By comparing the sequences of the genes for this enzyme from hundreds of organisms representing the three domains of life, the researchers constructed a family tree showing how different versions of the enzyme in different species were related. The more similar sequences were, the more closely they were related, and the less similar they were, the more distantly they were related.
The researchers found a component of V-H+PPase shared by 31 species of eukaryotes, 231 of bacteria and 17 of archaea. The simplest and most likely explanation for this discovery "would be that you already had the enzyme even before diversification started on Earth," said researcher Gustavo Caetano-Anollés, an evolutionary genomicist at the University of Illinois at Urbana-Champaign. "The protein was there to begin with and was then inherited into all emerging lineages."
These findings suggest "we may have underestimated how complex this common ancestor actually was," said researcher James Whitfield, a phylogeneticist at the University of Illinois at Urbana-Champaign.
The last universal common ancestor may have been more complex than even the simplest organisms alive today.
"Some have argued that the reason that bacteria are so simple is because they have to live in extreme environments and they have to reproduce extremely quickly, so they may actually be reduced versions of what was there originally," Whitfield said. "According to this view, they've become streamlined genetically and structurally from what they originally were like." [Extreme Life on Earth: 8 Bizarre Creatures]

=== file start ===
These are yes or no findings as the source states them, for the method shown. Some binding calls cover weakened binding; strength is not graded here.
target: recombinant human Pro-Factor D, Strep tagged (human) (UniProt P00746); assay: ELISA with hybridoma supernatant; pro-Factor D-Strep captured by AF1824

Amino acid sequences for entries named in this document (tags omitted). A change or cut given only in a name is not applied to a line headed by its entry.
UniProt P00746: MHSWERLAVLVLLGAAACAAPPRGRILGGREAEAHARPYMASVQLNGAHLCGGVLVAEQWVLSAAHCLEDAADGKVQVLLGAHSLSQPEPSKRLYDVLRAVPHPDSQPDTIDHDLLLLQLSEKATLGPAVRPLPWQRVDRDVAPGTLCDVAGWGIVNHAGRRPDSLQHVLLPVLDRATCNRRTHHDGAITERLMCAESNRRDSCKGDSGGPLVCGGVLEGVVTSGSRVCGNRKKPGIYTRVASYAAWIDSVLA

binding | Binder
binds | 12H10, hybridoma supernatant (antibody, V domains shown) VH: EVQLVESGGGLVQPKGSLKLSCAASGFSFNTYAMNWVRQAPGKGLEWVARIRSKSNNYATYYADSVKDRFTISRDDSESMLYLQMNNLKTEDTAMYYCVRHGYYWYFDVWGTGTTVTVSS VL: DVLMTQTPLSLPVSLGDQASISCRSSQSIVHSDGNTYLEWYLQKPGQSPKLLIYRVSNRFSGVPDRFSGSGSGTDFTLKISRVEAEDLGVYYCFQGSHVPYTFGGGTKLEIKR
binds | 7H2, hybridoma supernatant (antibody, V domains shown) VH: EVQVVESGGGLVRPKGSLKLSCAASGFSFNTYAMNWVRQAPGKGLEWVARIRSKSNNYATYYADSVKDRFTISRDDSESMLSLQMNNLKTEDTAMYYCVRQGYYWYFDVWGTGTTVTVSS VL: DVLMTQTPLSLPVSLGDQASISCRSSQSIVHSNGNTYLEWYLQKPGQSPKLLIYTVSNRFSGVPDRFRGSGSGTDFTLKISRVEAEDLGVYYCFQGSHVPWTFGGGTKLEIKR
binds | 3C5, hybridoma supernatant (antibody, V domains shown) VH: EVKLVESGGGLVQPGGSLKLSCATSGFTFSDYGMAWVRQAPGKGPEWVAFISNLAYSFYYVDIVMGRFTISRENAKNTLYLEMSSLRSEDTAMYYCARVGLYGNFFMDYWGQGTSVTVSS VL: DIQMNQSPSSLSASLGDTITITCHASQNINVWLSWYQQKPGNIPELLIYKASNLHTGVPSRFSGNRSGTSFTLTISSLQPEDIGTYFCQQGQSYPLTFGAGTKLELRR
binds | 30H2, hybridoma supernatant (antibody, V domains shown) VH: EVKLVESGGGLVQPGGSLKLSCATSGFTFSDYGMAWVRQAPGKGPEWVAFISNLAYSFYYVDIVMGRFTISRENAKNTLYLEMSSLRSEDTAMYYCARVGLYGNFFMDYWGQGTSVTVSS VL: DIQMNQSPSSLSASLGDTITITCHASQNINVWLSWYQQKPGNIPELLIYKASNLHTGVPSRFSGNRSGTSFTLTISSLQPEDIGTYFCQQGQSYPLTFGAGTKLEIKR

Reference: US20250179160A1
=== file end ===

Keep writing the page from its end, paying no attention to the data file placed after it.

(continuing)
One potential criticism is that archaea and bacteria might not have inherited this organelle from the last universal common ancestor. Both these domains of life are potentially capable of absorbing genes and even organelles from other life — the former phenomenon is known as lateral or horizontal gene transfer, the latter as endosymbiosis.
However, the researchers said it was far less likely that bacteria and archaea came across this organelle by lateral gene transfer and endosymbiosis. The family tree drawn up for V-H+PPase is broadly similar to other family trees of life created by prior studies that each analyzed up to hundreds of genes. This suggests V-H+PPase and its associated organelle were passed down much like all the other genes were. If lateral gene transfer or endosymbiosis were involved, the family tree for V-H+PPase "would conflict strongly with the family trees we recognize from other sources of data," Whitfield told LiveScience.
One possibility regarding the last universal common ancestor that remains was that it was not a single-celled organism, Whitfield added. Rather, it might have been more of a colony of tiny subcellular entities. "We have no way of telling," he said.
The researchers now plan to investigate the evolutionary history of other proteins linked with this organelle to get a picture of what the last universal common ancestor might have been like.
The scientists detailed their findings online Oct. 5 in the journal Biology Direct.